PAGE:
Henry de Ferrers

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"The Domesday Book records over 200 manors given to Henry de Ferrers"

Henry de Ferrers (died by 1100), magnate and administrator, was a Norman who after the 1066 Norman conquest was awarded extensive lands in England.[1]


He was the eldest son of Vauquelin de Ferrers and in about 1040 inherited his father's lands centred on the village of Ferrières-Saint-Hilaire.[2][1]


In England he progressively acquired landholdings, which he had to manage. As one of the leading magnates, he also served King William I of England and his successor William II in administrative capacities and is said to have been castellan of Stafford Castle. In about 1080, he and his wife founded Tutbury Priory in Staffordshire, and in 1086 he was one of the royal commissioners in charge of the Domesday survey,[1] which records his 210 manors.[3][4]

He died between September 1093 and September 1100 and was buried in Tutbury Priory.[1]

West front of the former priory, now St Mary's Church, Tutbury


His first three tranches of land came to him from dispossessed English holders. First, in about 1066 or 1067, he was granted the lands of Goderic, the former sheriff of Berkshire, in Berkshire and Wiltshire. Then, by about the end of 1068, he obtained lands in Buckinghamshire, Buttsbury in Essex and Northamptonshire, as well as more in Berkshire, that had belonged to Bondi the Staller. Finally, after the 1071 revolt, he was awarded the lands of Siward Barn in Derbyshire, Gloucestershire, Nottinghamshire and Warwickshire as well as further lands in Berkshire and Essex. Also after the revolt, he became holder of the Wapentake of Appletree centred on Tutbury Castle, which had been in the hands of Hugh d'Avranches and stretched across Derbyshire, Leicestershire and Staffordshire.[1]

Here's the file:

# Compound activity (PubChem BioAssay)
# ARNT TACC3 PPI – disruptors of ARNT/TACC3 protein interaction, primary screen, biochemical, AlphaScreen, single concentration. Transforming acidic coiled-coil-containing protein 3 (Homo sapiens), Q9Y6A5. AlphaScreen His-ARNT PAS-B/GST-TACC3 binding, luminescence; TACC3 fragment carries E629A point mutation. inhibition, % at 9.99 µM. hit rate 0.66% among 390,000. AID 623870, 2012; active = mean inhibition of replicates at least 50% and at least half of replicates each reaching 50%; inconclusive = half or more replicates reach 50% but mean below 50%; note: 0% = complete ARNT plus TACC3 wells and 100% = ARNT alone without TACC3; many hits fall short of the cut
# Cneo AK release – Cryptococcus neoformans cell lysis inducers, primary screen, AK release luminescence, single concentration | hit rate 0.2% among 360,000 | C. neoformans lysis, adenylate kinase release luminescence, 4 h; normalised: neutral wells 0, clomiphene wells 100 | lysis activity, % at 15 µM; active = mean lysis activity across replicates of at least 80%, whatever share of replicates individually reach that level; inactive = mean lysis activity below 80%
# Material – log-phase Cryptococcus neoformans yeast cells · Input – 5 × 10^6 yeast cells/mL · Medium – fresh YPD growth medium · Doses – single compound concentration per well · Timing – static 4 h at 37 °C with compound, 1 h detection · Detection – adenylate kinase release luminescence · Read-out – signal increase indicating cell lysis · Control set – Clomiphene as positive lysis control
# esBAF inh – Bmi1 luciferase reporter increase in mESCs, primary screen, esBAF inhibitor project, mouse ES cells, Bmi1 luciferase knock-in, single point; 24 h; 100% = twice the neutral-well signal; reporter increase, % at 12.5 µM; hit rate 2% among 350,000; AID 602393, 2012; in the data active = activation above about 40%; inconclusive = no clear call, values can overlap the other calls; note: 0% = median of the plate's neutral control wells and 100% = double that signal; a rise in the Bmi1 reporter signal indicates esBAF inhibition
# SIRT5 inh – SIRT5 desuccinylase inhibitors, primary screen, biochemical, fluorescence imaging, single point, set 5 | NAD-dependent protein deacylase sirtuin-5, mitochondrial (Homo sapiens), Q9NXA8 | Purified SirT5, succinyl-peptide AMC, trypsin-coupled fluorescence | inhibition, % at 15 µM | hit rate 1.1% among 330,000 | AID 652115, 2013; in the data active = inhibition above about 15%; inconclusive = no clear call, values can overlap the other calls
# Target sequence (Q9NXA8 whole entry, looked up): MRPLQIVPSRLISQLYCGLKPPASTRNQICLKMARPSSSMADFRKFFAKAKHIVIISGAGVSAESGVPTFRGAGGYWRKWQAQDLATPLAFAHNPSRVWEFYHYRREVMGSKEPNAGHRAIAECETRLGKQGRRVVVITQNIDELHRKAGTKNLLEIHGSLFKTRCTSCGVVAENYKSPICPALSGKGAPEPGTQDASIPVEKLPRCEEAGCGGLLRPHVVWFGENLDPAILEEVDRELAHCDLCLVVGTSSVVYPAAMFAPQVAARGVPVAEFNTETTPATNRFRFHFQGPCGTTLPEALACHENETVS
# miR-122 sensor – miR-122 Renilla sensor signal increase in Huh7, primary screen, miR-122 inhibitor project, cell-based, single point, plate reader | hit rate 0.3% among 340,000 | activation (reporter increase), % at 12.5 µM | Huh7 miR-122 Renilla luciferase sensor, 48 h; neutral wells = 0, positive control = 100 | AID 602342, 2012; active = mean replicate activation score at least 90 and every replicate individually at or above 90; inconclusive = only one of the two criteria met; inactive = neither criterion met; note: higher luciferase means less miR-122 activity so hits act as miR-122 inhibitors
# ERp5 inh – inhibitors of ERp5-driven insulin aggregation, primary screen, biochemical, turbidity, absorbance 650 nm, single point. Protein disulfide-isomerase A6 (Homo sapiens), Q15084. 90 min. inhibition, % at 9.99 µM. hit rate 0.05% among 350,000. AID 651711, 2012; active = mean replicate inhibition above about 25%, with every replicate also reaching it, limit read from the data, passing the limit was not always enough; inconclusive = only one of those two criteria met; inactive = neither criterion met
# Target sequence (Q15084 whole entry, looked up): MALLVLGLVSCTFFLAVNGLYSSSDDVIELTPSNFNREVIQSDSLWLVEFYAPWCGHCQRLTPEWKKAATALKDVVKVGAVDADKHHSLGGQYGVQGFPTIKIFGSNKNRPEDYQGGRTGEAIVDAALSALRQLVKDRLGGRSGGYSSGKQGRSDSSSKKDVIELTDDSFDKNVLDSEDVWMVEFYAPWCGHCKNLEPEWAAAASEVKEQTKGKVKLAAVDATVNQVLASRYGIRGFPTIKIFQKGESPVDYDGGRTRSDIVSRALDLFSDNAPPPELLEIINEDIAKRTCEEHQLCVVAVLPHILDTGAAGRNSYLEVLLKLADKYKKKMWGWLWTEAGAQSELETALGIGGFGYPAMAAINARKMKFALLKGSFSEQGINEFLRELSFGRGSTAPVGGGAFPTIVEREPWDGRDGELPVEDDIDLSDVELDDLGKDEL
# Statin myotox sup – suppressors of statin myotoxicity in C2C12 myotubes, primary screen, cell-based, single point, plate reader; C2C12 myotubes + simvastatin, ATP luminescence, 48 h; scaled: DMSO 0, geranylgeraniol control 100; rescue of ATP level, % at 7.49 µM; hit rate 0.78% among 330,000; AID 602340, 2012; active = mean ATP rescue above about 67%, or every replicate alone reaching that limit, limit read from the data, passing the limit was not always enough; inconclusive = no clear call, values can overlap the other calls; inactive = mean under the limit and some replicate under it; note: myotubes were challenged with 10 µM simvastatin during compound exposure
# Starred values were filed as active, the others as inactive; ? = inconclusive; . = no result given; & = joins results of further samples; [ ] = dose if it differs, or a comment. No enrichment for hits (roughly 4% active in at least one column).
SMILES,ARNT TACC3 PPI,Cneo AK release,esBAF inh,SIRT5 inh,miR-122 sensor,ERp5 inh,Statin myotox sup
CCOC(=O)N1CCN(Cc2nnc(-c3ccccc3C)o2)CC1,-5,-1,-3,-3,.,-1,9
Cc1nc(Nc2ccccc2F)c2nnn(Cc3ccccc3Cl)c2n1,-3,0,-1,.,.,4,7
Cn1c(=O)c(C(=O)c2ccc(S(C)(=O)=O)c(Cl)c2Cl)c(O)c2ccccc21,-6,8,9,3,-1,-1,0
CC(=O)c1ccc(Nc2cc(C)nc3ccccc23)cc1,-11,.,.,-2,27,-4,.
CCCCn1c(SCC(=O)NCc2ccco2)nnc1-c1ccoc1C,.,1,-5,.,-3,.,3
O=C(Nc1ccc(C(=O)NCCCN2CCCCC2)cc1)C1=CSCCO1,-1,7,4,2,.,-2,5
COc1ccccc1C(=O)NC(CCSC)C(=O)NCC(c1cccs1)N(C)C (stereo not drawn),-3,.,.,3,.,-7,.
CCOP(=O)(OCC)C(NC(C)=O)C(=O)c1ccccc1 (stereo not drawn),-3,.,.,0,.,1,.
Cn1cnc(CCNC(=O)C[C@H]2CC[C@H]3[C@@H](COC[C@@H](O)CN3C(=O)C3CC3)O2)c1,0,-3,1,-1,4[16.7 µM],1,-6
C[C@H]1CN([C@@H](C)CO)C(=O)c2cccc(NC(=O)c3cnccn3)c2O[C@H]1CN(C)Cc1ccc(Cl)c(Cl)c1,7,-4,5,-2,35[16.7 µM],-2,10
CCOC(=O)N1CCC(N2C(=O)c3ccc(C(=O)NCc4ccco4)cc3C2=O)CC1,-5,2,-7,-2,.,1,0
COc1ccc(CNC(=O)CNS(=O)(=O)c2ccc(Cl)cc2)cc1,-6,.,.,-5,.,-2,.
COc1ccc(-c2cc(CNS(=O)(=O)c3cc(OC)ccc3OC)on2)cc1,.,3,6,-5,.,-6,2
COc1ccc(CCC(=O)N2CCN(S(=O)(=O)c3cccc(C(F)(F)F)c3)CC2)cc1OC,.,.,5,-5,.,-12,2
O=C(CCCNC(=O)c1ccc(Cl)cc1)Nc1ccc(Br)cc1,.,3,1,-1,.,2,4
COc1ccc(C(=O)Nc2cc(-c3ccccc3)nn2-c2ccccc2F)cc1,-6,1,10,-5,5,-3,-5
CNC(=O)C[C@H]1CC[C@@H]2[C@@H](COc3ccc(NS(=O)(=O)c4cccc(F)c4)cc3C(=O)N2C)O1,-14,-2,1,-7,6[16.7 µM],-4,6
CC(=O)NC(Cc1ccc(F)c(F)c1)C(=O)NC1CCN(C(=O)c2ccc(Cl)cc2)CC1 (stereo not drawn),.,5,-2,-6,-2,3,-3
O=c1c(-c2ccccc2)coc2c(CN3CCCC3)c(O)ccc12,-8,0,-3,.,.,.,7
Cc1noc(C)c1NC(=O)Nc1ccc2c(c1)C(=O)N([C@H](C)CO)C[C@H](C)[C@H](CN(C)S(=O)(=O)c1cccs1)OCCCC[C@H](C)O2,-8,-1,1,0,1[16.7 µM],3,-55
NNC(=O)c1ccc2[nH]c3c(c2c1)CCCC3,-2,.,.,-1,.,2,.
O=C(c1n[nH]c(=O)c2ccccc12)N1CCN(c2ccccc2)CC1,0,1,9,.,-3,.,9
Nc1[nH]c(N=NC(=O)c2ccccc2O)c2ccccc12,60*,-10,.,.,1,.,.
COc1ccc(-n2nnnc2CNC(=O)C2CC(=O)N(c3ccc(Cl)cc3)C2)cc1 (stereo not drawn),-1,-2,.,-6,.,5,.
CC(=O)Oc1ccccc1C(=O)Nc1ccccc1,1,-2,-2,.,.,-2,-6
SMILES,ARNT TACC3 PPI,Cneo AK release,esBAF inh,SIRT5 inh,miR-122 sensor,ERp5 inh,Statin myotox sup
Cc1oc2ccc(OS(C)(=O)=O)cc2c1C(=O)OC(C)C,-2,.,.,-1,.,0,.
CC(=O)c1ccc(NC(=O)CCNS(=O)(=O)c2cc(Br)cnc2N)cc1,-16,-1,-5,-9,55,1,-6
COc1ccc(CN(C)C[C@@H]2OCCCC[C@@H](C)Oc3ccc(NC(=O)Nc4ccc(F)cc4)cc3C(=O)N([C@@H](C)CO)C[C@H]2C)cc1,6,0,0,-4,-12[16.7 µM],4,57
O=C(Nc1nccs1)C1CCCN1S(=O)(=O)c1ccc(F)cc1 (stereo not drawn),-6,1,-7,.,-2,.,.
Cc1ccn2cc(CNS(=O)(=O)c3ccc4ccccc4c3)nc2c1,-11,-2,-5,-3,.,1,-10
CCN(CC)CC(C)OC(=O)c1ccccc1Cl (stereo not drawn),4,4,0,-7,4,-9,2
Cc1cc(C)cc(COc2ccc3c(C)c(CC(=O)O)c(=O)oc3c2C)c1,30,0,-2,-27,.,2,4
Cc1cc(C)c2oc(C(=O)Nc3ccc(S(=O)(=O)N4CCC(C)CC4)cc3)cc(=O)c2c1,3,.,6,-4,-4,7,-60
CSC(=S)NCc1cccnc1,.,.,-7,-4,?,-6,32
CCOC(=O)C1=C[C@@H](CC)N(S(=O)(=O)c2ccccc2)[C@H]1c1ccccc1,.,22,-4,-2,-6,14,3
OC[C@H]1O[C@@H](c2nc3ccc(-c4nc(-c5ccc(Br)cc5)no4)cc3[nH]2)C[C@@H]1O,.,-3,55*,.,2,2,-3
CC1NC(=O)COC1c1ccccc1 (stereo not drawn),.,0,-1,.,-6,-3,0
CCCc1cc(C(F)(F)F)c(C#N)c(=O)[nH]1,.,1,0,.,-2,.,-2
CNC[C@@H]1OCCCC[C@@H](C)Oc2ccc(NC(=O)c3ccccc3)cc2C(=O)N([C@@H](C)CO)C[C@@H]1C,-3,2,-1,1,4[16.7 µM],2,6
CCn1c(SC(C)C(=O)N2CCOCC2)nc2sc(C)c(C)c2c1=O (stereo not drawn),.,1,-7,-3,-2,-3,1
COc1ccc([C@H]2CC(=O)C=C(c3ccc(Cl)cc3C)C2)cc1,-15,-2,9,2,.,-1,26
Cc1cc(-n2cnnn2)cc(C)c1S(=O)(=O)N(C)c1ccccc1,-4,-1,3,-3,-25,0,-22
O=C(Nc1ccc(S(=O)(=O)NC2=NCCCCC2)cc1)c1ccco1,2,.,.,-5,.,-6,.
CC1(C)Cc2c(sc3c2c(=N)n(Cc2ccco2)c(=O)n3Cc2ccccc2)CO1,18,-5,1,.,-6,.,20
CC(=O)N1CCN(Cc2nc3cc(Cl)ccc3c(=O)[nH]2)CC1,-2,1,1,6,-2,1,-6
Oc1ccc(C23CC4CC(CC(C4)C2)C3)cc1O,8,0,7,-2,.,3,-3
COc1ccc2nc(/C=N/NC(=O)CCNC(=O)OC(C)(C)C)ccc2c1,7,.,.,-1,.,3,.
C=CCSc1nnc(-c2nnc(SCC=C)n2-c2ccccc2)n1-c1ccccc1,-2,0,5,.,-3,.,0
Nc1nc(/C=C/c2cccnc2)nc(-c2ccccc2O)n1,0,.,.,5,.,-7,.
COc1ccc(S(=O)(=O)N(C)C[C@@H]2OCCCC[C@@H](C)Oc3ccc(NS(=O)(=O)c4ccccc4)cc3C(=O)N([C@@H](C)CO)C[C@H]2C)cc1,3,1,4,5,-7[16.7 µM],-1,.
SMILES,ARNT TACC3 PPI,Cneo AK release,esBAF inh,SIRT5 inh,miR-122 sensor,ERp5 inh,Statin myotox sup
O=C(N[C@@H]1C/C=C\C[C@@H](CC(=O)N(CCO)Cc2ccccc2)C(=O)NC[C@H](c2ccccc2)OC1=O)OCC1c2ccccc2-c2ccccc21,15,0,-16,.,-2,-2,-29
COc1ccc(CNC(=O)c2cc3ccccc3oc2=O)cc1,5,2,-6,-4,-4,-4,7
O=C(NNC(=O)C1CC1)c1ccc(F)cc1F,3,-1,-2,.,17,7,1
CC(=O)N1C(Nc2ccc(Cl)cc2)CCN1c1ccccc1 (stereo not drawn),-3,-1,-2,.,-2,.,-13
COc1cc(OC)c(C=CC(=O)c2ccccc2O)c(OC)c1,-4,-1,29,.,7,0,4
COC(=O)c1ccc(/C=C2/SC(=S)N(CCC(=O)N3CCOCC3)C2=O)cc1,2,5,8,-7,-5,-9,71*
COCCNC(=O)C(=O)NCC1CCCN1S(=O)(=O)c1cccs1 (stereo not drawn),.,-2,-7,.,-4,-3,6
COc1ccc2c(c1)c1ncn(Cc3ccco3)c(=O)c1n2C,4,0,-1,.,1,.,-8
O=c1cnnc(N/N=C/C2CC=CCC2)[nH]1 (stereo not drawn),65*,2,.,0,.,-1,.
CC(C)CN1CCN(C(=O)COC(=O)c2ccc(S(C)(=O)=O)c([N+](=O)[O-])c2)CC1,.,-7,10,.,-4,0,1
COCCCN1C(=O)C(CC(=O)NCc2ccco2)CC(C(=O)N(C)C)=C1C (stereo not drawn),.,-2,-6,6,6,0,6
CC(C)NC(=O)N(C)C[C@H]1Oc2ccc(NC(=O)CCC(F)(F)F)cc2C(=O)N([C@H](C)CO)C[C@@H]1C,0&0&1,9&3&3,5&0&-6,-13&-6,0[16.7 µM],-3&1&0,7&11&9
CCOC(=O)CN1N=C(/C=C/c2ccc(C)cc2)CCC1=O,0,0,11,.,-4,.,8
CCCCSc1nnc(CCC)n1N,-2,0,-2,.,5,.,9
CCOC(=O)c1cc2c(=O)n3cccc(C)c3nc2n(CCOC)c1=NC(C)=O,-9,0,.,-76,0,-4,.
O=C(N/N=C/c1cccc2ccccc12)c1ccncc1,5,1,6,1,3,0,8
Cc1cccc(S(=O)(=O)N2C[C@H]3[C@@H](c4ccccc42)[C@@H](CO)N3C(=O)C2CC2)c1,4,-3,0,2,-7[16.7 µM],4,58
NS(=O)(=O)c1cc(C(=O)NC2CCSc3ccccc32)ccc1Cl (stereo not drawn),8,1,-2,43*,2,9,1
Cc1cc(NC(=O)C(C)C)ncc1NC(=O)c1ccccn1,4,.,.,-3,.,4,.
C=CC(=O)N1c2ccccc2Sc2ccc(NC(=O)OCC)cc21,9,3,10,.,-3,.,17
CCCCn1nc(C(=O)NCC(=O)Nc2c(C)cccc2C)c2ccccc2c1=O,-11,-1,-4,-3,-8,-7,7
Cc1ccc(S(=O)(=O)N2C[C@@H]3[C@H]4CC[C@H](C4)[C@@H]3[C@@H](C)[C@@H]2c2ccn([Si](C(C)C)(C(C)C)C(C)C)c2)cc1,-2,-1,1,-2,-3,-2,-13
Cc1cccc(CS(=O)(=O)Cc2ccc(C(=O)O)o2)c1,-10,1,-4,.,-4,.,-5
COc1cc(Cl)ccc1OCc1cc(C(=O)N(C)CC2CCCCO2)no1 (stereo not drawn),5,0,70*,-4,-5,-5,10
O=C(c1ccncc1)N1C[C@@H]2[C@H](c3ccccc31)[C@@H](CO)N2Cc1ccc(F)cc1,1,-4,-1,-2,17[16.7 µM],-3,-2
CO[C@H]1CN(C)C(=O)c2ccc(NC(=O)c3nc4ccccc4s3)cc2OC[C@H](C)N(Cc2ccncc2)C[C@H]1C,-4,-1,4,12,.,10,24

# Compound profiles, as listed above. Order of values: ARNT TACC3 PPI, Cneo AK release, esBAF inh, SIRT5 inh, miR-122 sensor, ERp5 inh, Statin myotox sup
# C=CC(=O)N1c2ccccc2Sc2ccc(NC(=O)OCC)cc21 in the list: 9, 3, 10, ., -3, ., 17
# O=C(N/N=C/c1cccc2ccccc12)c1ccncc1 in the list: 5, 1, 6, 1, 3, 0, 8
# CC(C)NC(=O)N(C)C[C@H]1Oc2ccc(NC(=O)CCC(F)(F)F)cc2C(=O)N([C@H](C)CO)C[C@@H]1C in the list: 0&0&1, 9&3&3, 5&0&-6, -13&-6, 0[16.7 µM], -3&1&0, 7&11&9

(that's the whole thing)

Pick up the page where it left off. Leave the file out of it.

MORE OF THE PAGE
Among his under-tenants were members of families believed to have come from villages near his original home at Ferrières-Saint-Hilaire, such as the Curzons from Notre-Dame-de-Courson, the Baskervilles from Saint-Martin-de-Boscherville and the Levetts from Jonquerets-de-Livet.[5]


With his wife Bertha he had four known children:

  1. William, probably the eldest, who inherited the estates in Normandy and was a supporter of Duke Robert Curthose.[1]
  2. Enguenulph, keeper of Duffield Castle in Derbyshire,[6][7] who did not long outlive his father.[1]
  3. Robert, who inherited the estates in England and was made Earl of Derby.[1]
  4. Amice, who married Nigel d'Aubigny of Cainhoe, probable builder of Cainhoe Castle in Bedfordshire.[1]


  1. ^ a b c d e f g h i "Ferrers, Henry de (d.1093x1100)". Oxford Dictionary of National Biography (online ed.). Oxford University Press. doi:10.1093/ref:odnb/9361. (Subscription or UK public library membership required.)
  2. ^ The Origins of Some Anglo-Norman Families, David C. Douglas, Lewis C. Loyd, The Harleian Society, Leeds, 1951, Reissued by Genealogical Publishing Co., 1975
  3. ^ Domesday Book: A Complete Translation. London: Penguin, 2003. p. 656-7 744-9 ISBN 0-14-143994-7
  4. ^ A listing of Henry's manors in Derbyshire
  5. ^ The Origins of Some Anglo-Norman Families, David C. Douglas, Lewis C. Loyd, The Harleian Society, Leeds, 1951, Reissued by Genealogical Publishing Co., 1971
  6. ^ Bland, W., 1887 Duffield Castle: A lecture at the Temperance Hall, Wirksworth, Derbyshire Advertiser
  7. ^ Turbutt, G., (1999) A History of Derbyshire. Volume 2: Medieval Derbyshire, Cardiff: Merton Priory Press